This week in CEE

This week will be a bit calmer compared to the packed previous one. Romania will complete the list of industrial production releases for April. Given the improved sentiment at home and abroad, together with the low base from last year, we expect industrial production to have risen by 59.3% y/y. Slovakia and Croatia will complete the list of May inflation prints in CEE. We expect their consumer price increases at 1.8% y/y and 2.2% y/y, respectively. Croatian inflation was still affected by last year’s base effect, whereas the Slovak year-on-year development mostly reflects the impact of this year’s lower regulated energy prices and higher tobacco excise taxes. Poland will also publish its final inflation print, which should confirm the flash of 4.8% y/y in May. Czech producer prices likely went up by 4.7% y/y last month, affected by higher oil prices, supply-side shortages, and increasing labor costs. Furthermore, we will see some labor market data for May. Polish wage growth was still affected by last year’s low base, thus it may have accelerated to 10.4% y/y last month. May unemployment rates should bring a decrease to 8.3% in Croatia and an improvement to 7.8% in Slovakia, supported by easing of restrictions and a more marked resumption of service-sector activity.

In the first week of June, the CEE Recovery Index went up, reaching the highest level since the beginning of the pandemic. Mobility trends moved sharply to the upside, as mobility to grocery stores rose to the highest level on record and mobility to retail stores returned to the level last observed in mid-August. Mobility to the workplace fell slightly at the beginning of the month, leaving the overall Recovery Index unaffected. On the other hand, air pollution went up, driven by the overall increase in mobility trends. Due to data availability issues, we keep electricity consumption at an unchanged level from mid-May. All in all, as suggested by the Recovery Index and hard numbers, the strong rebound of economic activity is gaining momentum in CEE.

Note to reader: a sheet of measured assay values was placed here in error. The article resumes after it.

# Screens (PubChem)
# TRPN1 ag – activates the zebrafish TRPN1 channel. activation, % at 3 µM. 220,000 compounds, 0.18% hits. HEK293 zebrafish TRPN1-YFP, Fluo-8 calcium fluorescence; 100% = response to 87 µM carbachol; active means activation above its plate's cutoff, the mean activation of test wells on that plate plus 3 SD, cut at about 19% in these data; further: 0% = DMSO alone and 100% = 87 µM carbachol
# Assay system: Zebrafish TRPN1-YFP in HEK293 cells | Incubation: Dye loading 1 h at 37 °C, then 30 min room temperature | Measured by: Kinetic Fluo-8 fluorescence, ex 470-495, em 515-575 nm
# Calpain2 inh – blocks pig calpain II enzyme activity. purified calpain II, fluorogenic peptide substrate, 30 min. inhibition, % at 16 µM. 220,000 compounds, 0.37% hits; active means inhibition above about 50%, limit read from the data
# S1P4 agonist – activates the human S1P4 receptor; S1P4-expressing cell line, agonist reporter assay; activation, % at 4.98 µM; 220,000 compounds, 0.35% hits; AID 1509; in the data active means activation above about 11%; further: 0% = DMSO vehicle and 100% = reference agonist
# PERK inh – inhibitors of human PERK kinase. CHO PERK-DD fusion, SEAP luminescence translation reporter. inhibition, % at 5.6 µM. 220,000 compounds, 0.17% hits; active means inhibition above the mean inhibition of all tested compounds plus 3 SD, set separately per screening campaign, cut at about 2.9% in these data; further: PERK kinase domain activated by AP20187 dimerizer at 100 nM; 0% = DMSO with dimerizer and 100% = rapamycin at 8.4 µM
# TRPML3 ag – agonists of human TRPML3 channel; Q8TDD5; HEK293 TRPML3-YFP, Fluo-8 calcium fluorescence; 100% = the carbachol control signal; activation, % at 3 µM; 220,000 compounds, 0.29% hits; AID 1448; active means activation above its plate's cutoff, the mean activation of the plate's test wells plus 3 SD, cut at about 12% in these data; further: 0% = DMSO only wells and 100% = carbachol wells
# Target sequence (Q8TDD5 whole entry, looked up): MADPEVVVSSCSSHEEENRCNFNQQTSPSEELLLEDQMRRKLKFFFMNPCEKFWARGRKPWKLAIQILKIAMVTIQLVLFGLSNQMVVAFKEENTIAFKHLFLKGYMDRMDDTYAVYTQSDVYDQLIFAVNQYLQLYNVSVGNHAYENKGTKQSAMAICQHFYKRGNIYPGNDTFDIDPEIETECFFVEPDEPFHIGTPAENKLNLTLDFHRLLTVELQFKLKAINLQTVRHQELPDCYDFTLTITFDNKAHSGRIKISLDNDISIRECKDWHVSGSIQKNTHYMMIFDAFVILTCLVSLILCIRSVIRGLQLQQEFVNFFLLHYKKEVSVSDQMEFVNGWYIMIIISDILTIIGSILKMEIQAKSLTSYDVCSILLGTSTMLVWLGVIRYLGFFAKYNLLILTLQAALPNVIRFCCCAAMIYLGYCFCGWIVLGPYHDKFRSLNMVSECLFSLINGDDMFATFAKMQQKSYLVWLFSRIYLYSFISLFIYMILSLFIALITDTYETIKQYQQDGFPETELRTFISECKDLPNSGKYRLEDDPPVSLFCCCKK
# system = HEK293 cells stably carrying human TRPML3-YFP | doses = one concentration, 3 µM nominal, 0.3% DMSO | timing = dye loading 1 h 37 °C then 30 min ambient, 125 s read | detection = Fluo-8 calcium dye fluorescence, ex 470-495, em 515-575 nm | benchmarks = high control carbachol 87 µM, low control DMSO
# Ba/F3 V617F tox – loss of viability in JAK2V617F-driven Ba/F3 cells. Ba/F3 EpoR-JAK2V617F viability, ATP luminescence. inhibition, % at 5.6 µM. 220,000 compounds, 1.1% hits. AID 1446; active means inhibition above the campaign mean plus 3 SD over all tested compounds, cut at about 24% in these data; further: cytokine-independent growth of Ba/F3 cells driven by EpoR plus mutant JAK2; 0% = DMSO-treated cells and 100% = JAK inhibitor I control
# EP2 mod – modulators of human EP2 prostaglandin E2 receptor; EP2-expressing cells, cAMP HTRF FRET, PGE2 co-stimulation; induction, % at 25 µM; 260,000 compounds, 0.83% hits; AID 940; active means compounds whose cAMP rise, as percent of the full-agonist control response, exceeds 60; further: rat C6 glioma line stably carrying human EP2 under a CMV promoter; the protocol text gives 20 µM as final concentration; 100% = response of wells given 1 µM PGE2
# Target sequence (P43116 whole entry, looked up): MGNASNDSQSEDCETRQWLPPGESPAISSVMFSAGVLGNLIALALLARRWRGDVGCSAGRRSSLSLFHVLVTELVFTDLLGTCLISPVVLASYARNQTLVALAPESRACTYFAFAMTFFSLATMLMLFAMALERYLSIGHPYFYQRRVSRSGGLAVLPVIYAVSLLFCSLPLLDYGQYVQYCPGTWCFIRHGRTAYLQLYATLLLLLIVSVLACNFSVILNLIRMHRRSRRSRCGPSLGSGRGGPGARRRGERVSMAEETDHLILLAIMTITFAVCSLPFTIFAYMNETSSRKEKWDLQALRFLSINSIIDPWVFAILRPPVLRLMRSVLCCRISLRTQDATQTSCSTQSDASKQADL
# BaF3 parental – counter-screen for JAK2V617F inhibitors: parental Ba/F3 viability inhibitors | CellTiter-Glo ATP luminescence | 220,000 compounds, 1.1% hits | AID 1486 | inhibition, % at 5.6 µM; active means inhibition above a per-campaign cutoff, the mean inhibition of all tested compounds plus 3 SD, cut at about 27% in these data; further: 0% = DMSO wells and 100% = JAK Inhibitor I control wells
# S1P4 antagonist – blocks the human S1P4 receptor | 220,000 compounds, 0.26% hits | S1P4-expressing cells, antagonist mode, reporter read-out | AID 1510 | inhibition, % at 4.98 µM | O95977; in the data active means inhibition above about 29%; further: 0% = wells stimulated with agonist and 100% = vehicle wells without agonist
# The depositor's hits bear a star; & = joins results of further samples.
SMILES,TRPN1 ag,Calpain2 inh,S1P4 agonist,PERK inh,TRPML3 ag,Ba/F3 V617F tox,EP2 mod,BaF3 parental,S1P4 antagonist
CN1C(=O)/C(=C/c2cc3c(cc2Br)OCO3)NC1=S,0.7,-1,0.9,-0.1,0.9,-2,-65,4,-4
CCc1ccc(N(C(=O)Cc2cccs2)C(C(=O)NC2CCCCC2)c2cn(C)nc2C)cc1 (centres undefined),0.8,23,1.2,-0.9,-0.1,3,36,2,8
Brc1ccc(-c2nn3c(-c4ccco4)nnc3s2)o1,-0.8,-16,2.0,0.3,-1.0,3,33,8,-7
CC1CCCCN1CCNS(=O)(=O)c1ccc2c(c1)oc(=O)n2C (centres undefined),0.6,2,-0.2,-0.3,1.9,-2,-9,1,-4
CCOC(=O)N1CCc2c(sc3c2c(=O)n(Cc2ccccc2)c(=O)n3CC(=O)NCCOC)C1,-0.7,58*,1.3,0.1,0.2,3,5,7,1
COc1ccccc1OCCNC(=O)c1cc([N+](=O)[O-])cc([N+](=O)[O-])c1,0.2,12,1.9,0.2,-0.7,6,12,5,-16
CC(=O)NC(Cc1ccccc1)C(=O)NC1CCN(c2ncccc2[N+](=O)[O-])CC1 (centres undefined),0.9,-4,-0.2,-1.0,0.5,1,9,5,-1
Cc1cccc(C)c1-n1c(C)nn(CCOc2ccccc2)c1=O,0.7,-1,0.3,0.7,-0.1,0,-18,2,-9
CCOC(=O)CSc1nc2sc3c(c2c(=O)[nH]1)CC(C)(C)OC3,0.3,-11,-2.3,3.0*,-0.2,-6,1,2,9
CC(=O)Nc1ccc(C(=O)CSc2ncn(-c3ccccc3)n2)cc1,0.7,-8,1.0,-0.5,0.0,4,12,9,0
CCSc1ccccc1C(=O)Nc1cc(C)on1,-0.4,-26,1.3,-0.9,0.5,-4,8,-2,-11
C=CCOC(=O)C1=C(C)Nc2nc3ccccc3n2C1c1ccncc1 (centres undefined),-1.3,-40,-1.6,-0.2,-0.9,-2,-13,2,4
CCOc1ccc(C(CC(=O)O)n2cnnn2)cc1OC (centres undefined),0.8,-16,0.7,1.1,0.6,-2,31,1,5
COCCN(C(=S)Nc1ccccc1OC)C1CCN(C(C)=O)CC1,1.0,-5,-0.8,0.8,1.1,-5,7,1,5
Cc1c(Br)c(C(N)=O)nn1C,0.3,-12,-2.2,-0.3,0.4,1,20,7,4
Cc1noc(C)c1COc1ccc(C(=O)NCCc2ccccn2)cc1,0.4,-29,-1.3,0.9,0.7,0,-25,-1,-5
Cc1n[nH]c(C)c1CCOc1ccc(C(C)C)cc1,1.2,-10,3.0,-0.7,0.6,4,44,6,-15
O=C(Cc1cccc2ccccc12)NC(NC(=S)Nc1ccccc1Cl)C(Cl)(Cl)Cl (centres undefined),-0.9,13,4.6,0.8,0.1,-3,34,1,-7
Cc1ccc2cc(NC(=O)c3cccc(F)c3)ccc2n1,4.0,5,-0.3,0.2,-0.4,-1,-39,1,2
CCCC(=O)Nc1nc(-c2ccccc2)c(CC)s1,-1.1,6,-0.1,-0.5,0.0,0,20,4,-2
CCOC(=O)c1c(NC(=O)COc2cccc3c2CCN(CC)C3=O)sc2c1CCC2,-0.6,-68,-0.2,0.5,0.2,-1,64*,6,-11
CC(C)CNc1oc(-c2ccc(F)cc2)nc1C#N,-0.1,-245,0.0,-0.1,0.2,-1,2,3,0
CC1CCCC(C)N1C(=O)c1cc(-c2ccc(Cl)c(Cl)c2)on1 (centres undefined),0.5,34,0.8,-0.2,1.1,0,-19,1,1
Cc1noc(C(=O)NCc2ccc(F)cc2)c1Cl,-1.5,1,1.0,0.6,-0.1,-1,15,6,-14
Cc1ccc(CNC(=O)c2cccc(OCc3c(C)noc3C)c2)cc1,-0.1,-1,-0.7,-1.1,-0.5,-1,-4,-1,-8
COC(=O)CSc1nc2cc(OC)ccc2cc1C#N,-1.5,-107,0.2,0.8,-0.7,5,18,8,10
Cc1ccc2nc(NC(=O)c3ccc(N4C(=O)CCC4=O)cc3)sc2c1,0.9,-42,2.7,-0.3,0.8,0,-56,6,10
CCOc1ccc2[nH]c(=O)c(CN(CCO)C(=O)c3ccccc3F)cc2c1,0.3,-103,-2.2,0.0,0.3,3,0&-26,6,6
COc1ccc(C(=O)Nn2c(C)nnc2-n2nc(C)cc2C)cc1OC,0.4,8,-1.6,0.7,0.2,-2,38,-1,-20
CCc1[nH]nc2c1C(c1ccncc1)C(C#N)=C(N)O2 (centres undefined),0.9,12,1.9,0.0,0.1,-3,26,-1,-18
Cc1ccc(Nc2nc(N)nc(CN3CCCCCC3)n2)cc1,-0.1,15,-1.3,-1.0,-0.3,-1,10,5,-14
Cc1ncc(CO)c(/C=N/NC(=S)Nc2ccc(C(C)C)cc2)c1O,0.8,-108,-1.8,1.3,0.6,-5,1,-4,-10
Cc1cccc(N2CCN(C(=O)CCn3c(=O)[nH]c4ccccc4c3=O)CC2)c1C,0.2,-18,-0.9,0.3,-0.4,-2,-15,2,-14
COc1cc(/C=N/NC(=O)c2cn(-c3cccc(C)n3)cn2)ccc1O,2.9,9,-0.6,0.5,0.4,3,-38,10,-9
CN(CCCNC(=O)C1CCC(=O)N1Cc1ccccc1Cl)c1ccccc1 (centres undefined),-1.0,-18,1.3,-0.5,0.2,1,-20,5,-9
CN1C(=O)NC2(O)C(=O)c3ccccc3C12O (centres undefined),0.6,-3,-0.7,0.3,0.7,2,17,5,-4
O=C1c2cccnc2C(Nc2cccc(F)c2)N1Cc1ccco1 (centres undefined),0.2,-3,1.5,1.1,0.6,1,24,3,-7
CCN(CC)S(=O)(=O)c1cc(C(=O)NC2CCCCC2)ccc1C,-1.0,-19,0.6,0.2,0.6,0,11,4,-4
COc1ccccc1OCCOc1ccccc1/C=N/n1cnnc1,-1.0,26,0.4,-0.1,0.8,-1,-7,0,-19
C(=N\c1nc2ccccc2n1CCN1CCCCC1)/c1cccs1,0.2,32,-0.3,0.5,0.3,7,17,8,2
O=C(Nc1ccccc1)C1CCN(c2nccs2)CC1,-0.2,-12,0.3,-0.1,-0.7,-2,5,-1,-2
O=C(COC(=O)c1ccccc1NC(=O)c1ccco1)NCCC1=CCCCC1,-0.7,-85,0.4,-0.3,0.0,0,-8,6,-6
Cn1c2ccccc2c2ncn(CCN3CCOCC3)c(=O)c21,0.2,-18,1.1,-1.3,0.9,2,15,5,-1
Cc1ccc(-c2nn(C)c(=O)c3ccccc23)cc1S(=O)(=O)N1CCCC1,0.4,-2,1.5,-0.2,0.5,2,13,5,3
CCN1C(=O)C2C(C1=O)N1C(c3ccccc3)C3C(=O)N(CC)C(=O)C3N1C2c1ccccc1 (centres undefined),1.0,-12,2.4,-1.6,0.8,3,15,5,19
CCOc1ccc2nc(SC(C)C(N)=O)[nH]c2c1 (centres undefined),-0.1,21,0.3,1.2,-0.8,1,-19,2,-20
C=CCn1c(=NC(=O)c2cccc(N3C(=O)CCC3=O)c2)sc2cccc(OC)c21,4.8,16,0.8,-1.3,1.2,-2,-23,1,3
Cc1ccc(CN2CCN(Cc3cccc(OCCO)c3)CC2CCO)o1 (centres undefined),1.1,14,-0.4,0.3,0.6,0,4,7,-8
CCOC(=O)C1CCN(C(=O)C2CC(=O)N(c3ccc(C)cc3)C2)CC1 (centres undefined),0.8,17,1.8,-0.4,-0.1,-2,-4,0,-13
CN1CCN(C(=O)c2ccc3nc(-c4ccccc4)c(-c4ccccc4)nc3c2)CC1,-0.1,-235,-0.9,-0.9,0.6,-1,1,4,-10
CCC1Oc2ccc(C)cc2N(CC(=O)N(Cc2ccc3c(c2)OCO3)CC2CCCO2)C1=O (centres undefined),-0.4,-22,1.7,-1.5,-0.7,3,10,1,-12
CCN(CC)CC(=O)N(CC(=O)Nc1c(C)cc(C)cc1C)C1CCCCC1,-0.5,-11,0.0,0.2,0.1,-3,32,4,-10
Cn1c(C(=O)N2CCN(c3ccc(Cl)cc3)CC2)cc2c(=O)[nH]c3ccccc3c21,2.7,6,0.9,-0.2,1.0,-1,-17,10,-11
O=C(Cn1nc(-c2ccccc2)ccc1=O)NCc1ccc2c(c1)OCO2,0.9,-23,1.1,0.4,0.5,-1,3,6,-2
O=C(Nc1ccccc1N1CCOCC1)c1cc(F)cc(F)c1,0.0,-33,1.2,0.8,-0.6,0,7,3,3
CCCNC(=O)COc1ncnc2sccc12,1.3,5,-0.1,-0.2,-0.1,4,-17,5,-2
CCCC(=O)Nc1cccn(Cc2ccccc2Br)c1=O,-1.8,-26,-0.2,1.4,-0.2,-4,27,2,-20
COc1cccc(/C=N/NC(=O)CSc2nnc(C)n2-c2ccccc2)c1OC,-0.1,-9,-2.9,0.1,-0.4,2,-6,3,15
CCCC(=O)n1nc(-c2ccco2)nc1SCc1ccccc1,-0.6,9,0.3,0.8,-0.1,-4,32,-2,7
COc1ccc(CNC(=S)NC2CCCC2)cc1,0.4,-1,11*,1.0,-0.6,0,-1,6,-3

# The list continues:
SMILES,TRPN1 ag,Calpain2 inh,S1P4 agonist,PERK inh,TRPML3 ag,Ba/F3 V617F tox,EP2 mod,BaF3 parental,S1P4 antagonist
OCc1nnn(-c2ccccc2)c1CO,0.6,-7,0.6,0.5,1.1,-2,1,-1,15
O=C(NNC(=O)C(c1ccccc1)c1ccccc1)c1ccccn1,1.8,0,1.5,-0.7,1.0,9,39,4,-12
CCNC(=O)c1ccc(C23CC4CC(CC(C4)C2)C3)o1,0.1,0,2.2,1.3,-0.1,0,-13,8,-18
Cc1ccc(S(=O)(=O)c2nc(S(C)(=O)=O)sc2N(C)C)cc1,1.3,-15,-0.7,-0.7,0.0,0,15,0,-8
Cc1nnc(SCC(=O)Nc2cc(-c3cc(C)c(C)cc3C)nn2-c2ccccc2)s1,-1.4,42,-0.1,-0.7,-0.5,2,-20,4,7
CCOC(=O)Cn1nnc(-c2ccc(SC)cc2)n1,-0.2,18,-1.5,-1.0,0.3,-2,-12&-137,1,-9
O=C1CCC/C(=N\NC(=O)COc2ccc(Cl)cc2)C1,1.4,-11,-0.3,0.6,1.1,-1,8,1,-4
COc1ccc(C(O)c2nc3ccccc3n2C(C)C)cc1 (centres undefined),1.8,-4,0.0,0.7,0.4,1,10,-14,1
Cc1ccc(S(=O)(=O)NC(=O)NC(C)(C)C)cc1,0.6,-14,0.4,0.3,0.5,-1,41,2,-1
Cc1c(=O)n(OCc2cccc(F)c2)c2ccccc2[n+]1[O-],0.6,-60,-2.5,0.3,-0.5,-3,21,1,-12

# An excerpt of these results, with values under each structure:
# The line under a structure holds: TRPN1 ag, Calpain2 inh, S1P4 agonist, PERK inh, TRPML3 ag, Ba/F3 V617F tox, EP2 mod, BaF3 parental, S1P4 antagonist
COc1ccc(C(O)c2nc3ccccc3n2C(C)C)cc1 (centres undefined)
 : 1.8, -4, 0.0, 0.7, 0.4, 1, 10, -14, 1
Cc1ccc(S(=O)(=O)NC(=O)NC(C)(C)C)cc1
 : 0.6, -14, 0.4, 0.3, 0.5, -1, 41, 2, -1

FX market developments

It was a relatively calm week on the CEE FX market. Despite increased optimism and upward revision of growth and inflation forecasts, the ECB prolonged the asset purchases under the PEPP program at the 2Q21 pace into 3Q21. On the other hand, the faster than expected US CPI for May was largely driven by categories associated with the re-opening of the economy, thus leaving the US dollar mostly unchanged after the release. Deputy Governor Virag of the National Bank of Hungary (MNB) reiterated the central bank’s readiness to launch a tightening cycle in June. Virag said an ‘effective’ step in interest rates will come at a June 22 rate-setting meeting. As a result, the Hungarian forint appreciated and moved toward 345 vs. the EUR, but then pared its gains late last week. The Polish zloty weakened at the end of the week, as Governor Glapinski reiterated his dovish stance and pledged record-low interest rates, despite soaring inflation.

Bond market developments

Hungarian bonds clearly outperformed their local peers, which all benefited from the decline of government bond yields on global markets. Yields on 20Y HGBs declined 26bp w/w. Despite the high inflation reading, 10Y US Treasury yields fell to a 3M low last week, as members of the FED have insisted that the price pressure is transitory. Maintaining the pace of PEPP purchases by the ECB in 3Q at the elevated level from 2Q gave an extra boost to sovereign bonds, not only in the Euro Area but especially in Hungary, which intends to continue in its QE as long as the ECB does the same. This week, there are only a few bond auctions scheduled in CEE. Romania will reopen ROMGBs 2026 and 2036, while Hungary will issue T-bills on top of regular auctions. Local investors will focus on next week’s central bank meetings, at which both the CNB and MNB should increase their key rates (25bp and 15bp, respectively). This may put some pressure on the Polish central bank, which is more hesitant to act via rates.

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This document is intended as an additional information source, aimed towards our customers. It is based on the best resources available to the authors at press time. The information and data sources utilised are deemed reliable, however, Erste Bank Sparkassen (CR) and affiliates do not take any responsibility for accuracy nor completeness of the information contained herein. This document is neither an offer nor an invitation to buy or sell any securities.

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